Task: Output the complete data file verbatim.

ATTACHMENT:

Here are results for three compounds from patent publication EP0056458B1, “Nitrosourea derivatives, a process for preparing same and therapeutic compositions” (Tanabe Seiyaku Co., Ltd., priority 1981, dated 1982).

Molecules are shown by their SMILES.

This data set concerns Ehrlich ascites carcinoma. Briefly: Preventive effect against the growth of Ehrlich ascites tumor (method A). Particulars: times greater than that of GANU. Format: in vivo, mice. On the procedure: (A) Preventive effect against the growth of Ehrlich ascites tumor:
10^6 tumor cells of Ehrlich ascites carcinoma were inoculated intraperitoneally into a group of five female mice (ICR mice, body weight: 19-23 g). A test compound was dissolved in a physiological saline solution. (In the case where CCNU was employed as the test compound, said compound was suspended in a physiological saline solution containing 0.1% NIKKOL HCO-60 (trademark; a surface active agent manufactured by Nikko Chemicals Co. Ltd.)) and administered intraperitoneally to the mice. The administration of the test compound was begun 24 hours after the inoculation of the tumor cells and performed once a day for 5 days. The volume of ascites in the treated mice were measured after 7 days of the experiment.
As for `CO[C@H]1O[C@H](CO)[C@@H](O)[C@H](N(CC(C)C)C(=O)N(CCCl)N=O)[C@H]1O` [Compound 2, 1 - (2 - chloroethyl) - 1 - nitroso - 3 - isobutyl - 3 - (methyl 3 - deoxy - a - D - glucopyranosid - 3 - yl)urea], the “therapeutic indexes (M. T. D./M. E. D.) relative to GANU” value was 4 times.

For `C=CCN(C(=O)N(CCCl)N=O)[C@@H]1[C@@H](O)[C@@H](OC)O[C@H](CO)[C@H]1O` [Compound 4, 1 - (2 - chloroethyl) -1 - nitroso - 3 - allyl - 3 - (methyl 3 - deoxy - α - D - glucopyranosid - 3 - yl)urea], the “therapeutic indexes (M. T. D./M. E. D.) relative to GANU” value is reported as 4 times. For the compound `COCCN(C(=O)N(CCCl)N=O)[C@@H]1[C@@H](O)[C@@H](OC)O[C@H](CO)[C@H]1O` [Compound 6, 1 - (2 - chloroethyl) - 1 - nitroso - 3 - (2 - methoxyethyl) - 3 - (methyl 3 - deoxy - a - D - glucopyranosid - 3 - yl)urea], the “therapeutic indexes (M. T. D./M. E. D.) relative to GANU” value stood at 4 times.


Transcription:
Here are results for three compounds from patent publication EP0056458B1, “Nitrosourea derivatives, a process for preparing same and therapeutic compositions” (Tanabe Seiyaku Co., Ltd., priority 1981, dated 1982).

Molecules are shown by their SMILES.

This data set concerns Ehrlich ascites carcinoma. Briefly: Preventive effect against the growth of Ehrlich ascites tumor (method A). Particulars: times greater than that of GANU. Format: in vivo, mice. On the procedure: (A) Preventive effect against the growth of Ehrlich ascites tumor:
10^6 tumor cells of Ehrlich ascites carcinoma were inoculated intraperitoneally into a group of five female mice (ICR mice, body weight: 19-23 g). A test compound was dissolved in a physiological saline solution. (In the case where CCNU was employed as the test compound, said compound was suspended in a physiological saline solution containing 0.1% NIKKOL HCO-60 (trademark; a surface active agent manufactured by Nikko Chemicals Co. Ltd.)) and administered intraperitoneally to the mice. The administration of the test compound was begun 24 hours after the inoculation of the tumor cells and performed once a day for 5 days. The volume of ascites in the treated mice were measured after 7 days of the experiment.
As for `CO[C@H]1O[C@H](CO)[C@@H](O)[C@H](N(CC(C)C)C(=O)N(CCCl)N=O)[C@H]1O` [Compound 2, 1 - (2 - chloroethyl) - 1 - nitroso - 3 - isobutyl - 3 - (methyl 3 - deoxy - a - D - glucopyranosid - 3 - yl)urea], the “therapeutic indexes (M. T. D./M. E. D.) relative to GANU” value was 4 times.

For `C=CCN(C(=O)N(CCCl)N=O)[C@@H]1[C@@H](O)[C@@H](OC)O[C@H](CO)[C@H]1O` [Compound 4, 1 - (2 - chloroethyl) -1 - nitroso - 3 - allyl - 3 - (methyl 3 - deoxy - α - D - glucopyranosid - 3 - yl)urea], the “therapeutic indexes (M. T. D./M. E. D.) relative to GANU” value is reported as 4 times. For the compound `COCCN(C(=O)N(CCCl)N=O)[C@@H]1[C@@H](O)[C@@H](OC)O[C@H](CO)[C@H]1O` [Compound 6, 1 - (2 - chloroethyl) - 1 - nitroso - 3 - (2 - methoxyethyl) - 3 - (methyl 3 - deoxy - a - D - glucopyranosid - 3 - yl)urea], the “therapeutic indexes (M. T. D./M. E. D.) relative to GANU” value stood at 4 times.